Friday, 28 June 2013

Roommates

26th August 2012
As I flew from Chicago and into Georgia my first thought was: it's so green. The green that I am used to in Sydney/ Australia (though possibly not  Tasmania) is a green that is somewhat muted and more yellow. The green in Georgia was more of a true green. As I flew over cul-de-sac streets, it just seemed so American. And it reminded me of the houses in the Monopoly game; each house was identical to the other, evenly spaced out and then surrounded by green.

Atlanta is the state capital and the most populous city in Georgia and yet compared to LA and Chicago, it seemed so dead. The Hartsfield–Jackson airport is the world's busiest airport and I believe that it is because so many flights fly out from Atlanta (I will comment more on Atlanta itself at a later stage), which in hindsight was great for travelling.

I was picked up by the exchange coordinator, Valerie Molyneaux, who is the loveliest, kindest and funniest person I have met. She commented that I would win the award for the exchange student to have brought the least amount of luggage (my hiking bag and my daypack) which I later realised was true. Everyone seemed to have brought everything but the kitchen sink; I am talking at least 35kg in total. 

Untitled

Untitled

Untitled

Untitled

Untitled

Untitled

All the exchange students weren't living on campus which I was a little bummed about originally, but it was for the best. The school had organised off campus housing in a gated community. In hindsight it was a great idea. I only paid $1900 for accommodation + utilities + internet from August to December whereas I would have needed to pay at least $3600 + $2500 for a meal plan (a meal plan where you eat junk food all day every day!) and wouldn't have had access to a kitchen or laundry facilities easily. The apartment I was staying in was a 2 bedroom apartment with 2 bathrooms, 1 kitchen, 1 living room, 1 dining room and a balcony, shared between 4 girls in total. I shared a bedroom with a girl from Czech Republic. The other two girls were from: Spain and Italy.

When I was still in Sydney, I was so excited about the idea of having roommates and the like. In the end, I barely spent anytime with them and I didn't know them at all. I guess it didn't really help that I moved out (effectively) into Sunbear's apartment. His roommates became my roommates. It was a very sweet moment when his Swiss roommate was introducing us to his girlfriend and he introduced me and said, "she's also my roommate. Sort of".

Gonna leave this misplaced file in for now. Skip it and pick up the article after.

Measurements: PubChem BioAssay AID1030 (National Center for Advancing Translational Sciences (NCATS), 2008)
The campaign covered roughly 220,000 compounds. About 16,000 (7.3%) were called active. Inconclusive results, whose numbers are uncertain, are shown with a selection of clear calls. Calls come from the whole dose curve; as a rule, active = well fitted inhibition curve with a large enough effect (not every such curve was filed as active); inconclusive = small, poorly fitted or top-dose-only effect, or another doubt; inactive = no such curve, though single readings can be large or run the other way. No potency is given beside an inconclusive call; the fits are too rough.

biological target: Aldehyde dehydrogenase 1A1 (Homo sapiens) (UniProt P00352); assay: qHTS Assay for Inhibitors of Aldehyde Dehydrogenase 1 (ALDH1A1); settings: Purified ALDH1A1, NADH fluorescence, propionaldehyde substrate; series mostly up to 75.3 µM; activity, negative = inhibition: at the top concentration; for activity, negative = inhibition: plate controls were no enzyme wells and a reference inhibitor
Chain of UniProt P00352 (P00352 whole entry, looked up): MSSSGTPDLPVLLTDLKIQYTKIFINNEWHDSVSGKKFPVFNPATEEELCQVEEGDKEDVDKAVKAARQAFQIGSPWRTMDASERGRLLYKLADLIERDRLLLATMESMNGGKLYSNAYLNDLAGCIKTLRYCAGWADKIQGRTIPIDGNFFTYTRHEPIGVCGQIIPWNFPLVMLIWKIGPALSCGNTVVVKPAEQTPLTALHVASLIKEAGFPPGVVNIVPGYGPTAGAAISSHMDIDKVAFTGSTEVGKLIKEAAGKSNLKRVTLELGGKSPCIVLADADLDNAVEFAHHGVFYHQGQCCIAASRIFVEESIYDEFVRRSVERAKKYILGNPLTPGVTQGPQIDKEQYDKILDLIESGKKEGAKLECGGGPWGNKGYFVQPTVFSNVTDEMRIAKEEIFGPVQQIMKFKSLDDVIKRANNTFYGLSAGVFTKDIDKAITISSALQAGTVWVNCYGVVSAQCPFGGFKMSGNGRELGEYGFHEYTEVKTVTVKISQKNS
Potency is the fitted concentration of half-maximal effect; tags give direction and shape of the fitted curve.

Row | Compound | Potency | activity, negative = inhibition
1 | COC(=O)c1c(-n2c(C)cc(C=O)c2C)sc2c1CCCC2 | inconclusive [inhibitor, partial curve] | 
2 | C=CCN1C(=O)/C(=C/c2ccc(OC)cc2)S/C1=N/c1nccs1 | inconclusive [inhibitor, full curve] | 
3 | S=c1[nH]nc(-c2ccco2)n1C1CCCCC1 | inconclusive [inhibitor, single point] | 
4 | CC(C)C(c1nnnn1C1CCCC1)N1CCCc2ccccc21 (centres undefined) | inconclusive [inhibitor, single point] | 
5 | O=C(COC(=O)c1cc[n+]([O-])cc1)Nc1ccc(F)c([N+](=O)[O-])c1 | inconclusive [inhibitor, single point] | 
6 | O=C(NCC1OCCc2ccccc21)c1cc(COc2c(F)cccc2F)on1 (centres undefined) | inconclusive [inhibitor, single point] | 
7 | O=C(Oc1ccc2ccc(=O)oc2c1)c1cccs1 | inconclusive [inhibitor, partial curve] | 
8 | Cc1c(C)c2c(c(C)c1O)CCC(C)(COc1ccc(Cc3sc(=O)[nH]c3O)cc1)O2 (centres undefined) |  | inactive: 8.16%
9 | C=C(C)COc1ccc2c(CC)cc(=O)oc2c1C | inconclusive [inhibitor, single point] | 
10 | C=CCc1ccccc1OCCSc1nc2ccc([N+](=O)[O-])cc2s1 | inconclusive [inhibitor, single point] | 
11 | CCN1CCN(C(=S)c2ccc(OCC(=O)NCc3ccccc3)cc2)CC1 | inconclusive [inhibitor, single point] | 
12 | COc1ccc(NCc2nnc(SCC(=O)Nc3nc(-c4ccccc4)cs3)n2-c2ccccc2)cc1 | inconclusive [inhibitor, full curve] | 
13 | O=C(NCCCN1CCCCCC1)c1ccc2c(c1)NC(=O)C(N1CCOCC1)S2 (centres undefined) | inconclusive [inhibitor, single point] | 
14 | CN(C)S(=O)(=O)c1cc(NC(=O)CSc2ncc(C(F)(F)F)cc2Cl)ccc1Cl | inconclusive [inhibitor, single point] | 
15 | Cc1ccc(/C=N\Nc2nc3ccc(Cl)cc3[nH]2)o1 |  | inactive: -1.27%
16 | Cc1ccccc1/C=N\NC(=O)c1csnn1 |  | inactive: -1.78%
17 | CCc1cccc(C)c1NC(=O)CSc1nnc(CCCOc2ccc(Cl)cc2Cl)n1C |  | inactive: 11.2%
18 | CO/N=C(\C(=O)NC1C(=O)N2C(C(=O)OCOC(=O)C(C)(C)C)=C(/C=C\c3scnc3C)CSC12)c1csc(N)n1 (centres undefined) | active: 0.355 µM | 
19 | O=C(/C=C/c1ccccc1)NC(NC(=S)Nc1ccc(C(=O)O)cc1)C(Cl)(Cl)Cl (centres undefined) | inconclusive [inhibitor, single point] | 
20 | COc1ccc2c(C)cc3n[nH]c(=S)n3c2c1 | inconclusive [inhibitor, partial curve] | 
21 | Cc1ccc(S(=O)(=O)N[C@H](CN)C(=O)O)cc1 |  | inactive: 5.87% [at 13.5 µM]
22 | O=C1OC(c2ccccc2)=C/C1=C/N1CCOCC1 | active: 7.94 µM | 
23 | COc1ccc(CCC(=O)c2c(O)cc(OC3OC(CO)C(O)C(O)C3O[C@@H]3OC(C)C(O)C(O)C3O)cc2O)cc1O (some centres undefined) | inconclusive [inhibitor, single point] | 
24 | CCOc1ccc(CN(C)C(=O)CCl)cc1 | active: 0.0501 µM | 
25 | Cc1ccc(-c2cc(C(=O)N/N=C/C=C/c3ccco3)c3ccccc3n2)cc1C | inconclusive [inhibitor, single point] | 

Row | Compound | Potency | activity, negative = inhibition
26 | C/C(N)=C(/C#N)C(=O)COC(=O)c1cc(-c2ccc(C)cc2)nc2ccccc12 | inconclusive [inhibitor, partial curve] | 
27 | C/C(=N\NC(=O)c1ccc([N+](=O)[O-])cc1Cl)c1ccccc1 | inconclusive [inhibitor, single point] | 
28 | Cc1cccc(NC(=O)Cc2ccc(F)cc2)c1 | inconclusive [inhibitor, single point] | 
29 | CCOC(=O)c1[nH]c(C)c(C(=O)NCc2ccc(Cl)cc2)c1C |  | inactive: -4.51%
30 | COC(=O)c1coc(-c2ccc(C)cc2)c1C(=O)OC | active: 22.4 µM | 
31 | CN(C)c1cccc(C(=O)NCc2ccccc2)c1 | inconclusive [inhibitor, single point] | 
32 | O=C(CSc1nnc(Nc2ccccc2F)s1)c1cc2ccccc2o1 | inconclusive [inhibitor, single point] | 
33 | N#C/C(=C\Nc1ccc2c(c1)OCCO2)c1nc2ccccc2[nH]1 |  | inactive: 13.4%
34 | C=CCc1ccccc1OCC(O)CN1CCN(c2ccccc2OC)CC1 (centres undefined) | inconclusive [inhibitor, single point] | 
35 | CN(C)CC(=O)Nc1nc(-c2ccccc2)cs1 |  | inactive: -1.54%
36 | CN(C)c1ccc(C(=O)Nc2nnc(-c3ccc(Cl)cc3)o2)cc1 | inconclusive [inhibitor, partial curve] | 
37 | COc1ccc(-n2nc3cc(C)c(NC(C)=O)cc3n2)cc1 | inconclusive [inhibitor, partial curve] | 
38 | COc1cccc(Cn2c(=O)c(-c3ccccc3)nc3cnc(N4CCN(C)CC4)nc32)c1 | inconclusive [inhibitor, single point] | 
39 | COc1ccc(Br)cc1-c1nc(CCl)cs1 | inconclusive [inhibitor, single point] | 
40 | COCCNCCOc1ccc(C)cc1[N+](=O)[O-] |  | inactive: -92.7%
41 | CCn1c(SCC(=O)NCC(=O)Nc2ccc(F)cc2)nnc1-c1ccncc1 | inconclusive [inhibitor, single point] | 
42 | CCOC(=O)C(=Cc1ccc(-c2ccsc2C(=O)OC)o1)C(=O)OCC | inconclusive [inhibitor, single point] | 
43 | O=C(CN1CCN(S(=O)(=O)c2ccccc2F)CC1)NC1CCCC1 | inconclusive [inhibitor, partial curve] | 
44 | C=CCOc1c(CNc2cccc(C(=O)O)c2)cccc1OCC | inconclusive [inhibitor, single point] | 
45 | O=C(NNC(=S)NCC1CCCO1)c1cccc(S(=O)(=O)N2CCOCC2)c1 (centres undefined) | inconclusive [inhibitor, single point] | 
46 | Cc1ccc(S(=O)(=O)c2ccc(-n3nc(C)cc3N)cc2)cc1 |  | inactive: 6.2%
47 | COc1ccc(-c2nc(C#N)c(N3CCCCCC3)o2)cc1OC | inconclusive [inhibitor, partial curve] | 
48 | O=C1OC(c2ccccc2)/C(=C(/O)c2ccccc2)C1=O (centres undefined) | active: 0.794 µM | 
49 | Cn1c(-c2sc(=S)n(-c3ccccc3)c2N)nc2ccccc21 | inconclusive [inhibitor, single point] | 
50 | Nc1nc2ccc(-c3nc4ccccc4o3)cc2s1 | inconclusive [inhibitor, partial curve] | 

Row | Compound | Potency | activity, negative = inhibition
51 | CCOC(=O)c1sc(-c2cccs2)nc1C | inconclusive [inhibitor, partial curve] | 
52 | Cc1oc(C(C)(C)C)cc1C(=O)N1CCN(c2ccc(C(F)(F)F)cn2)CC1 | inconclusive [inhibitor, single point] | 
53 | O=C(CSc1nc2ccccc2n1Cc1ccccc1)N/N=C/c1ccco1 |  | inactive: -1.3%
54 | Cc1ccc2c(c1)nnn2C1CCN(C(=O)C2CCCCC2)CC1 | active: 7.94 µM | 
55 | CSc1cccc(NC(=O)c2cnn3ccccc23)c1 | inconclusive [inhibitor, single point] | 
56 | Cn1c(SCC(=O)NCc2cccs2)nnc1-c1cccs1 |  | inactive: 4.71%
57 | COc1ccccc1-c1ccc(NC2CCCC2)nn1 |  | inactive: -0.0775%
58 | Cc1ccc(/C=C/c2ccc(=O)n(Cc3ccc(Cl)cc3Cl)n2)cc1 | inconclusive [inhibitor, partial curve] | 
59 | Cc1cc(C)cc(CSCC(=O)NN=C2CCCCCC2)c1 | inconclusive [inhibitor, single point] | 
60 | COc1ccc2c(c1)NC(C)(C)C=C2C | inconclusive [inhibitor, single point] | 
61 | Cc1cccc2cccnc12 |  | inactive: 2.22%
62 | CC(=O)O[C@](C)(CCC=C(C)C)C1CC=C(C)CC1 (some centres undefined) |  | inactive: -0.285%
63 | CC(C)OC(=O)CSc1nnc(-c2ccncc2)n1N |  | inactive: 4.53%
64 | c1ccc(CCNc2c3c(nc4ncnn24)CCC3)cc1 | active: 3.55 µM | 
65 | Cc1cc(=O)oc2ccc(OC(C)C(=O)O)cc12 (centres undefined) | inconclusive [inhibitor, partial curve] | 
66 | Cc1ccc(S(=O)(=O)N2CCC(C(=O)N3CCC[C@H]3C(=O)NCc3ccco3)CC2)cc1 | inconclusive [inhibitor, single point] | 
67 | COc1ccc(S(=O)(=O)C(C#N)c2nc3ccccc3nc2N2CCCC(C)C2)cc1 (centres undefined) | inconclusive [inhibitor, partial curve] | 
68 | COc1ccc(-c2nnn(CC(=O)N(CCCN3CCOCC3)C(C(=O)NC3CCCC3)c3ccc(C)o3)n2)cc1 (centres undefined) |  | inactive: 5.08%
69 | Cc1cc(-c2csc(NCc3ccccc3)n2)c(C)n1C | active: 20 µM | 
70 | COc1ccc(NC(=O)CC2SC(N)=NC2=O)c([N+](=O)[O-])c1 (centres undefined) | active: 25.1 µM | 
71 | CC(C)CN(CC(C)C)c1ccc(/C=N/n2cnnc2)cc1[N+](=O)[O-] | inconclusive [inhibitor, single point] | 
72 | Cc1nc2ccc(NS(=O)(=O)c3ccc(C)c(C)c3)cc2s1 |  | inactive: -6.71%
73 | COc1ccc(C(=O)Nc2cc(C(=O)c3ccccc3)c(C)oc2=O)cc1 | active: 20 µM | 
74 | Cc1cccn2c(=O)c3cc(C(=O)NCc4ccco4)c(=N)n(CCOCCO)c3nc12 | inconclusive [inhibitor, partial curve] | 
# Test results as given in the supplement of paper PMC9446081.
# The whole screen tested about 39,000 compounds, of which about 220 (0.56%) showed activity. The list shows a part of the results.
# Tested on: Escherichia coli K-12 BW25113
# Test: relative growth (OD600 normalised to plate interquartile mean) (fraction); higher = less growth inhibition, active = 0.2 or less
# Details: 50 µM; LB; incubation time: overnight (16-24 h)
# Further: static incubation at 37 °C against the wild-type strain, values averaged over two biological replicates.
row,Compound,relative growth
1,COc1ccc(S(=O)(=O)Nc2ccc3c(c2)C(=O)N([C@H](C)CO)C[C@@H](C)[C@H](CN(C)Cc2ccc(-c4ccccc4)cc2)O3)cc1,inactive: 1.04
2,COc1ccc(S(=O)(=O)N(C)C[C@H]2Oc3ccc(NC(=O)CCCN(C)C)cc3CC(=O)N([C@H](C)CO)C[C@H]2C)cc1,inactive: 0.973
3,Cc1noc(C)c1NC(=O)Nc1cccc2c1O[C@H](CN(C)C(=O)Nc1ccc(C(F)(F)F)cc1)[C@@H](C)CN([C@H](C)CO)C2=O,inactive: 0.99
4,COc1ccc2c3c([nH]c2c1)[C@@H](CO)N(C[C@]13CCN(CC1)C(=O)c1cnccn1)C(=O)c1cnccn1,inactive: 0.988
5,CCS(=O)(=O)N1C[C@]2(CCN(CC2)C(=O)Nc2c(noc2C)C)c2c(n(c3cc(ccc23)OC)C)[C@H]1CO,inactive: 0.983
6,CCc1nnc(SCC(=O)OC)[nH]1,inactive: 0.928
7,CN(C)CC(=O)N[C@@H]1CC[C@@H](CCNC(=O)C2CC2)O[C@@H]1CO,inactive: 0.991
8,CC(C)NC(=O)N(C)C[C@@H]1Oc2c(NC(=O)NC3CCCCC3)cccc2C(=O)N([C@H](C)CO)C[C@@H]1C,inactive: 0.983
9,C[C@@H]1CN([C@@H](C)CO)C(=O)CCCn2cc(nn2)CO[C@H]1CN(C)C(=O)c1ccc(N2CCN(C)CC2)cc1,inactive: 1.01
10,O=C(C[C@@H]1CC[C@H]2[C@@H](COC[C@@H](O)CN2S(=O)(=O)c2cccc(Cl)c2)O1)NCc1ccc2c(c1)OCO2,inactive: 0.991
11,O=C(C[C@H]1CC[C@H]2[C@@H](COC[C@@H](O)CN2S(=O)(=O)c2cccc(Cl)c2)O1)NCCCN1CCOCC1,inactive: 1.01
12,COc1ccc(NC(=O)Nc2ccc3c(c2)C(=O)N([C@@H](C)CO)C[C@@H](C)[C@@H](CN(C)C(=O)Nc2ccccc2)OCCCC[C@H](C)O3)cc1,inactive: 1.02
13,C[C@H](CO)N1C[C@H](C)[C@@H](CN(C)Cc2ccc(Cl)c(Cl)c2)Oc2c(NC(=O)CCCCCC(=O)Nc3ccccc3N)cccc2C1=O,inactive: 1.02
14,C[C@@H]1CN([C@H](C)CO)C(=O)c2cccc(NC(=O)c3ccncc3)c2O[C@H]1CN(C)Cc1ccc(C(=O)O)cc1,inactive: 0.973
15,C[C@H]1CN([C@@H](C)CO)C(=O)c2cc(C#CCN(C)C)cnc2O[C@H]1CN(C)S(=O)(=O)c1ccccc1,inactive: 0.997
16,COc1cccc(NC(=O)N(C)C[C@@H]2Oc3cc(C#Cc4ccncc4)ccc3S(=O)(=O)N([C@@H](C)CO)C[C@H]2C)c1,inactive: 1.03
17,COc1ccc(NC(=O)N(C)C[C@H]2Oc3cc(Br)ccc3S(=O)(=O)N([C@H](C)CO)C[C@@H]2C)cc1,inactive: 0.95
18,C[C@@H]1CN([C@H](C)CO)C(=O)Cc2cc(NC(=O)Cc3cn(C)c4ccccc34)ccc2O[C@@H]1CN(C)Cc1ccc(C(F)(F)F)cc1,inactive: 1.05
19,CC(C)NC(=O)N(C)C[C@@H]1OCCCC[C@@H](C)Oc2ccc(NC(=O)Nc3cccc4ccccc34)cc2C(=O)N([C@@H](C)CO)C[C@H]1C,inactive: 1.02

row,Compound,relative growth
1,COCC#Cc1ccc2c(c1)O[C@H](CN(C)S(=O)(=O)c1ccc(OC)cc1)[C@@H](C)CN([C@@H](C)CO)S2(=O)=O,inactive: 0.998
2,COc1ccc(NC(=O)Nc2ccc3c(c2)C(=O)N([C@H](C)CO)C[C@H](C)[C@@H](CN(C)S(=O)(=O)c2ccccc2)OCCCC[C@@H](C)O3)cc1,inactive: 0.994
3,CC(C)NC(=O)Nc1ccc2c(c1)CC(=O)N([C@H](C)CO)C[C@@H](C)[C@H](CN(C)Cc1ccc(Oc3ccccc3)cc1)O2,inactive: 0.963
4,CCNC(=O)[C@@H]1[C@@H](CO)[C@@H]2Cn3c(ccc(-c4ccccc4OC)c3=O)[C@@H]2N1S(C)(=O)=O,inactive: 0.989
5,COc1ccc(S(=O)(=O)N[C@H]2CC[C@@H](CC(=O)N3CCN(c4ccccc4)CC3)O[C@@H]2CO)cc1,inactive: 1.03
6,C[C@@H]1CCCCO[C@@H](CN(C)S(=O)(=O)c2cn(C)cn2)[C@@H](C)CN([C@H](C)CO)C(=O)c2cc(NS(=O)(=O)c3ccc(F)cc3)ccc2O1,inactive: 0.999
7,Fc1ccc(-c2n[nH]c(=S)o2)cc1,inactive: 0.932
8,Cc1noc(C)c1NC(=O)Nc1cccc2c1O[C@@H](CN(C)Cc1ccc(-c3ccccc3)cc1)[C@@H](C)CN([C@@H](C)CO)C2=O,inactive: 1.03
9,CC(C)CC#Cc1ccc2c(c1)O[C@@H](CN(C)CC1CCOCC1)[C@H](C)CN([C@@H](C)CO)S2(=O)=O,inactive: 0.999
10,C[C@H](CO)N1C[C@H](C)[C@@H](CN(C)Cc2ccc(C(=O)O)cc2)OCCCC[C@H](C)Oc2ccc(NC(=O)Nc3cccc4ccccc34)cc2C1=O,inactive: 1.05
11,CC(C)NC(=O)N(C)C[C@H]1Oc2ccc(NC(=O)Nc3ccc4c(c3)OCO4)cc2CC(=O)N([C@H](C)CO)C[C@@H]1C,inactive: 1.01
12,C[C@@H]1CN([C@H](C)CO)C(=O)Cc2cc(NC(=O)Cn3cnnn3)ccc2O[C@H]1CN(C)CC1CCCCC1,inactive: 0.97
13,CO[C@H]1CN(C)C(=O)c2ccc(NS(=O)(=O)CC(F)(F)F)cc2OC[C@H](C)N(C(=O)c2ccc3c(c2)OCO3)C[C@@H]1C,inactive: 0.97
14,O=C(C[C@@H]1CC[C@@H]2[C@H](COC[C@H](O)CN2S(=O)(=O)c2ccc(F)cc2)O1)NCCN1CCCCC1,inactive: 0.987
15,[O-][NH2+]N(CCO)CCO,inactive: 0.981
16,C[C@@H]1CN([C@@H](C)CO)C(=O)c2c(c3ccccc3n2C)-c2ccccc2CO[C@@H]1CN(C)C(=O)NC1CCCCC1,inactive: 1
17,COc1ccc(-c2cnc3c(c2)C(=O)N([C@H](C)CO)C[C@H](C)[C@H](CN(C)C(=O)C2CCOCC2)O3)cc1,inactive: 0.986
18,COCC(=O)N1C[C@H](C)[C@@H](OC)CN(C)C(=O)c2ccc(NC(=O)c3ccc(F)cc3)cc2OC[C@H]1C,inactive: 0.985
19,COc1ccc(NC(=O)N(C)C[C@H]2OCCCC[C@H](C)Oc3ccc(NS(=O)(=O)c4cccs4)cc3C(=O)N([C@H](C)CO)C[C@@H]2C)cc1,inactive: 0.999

Living with other people was an interesting experience. That being said, maybe it is because we are girls but the system of chores was better than the guys apartment. I normally ended up vacumming (mainly because I couldn't stand my roommate's hair near the mirror as she brushed her hair there). Though little things bothered me. I guess I am very conscious of the amount of water I use. Perhaps it's because of the drought and the water shortages previously or maybe just my family, but it irritated me immensely when someone would turn on a tap to full, walk away to get something/ do something and then return to the sink. This wasn't annoying but more amusing, but I also thought that my roommate used enough water to irrigate a small community. Every morning, she would take a bath and after her bath she would shower. Though in the end, I ended up moving out so it wasn't of my concern anymore.

On the topic of my roommate (who was lovely! Make no mistake) I loved how she 'forced' me to make my bed every day. I never make my bed, but she made her bed and ergo I had to (I didn't want to seem as though I was a total slob). Our bed attire was world's apart; I wore an oversized tee and shorts/ sweatpants whilst she wore a sheer-ish black baby doll top and black underwear. There was a sweet moment where we had washed our sheets and I wasn't home all day and when I finally came back at 11pm she had made my bed for me.

No comments:

Post a Comment

Thank you for leaving me a message! I appreciate every comment that I receive :)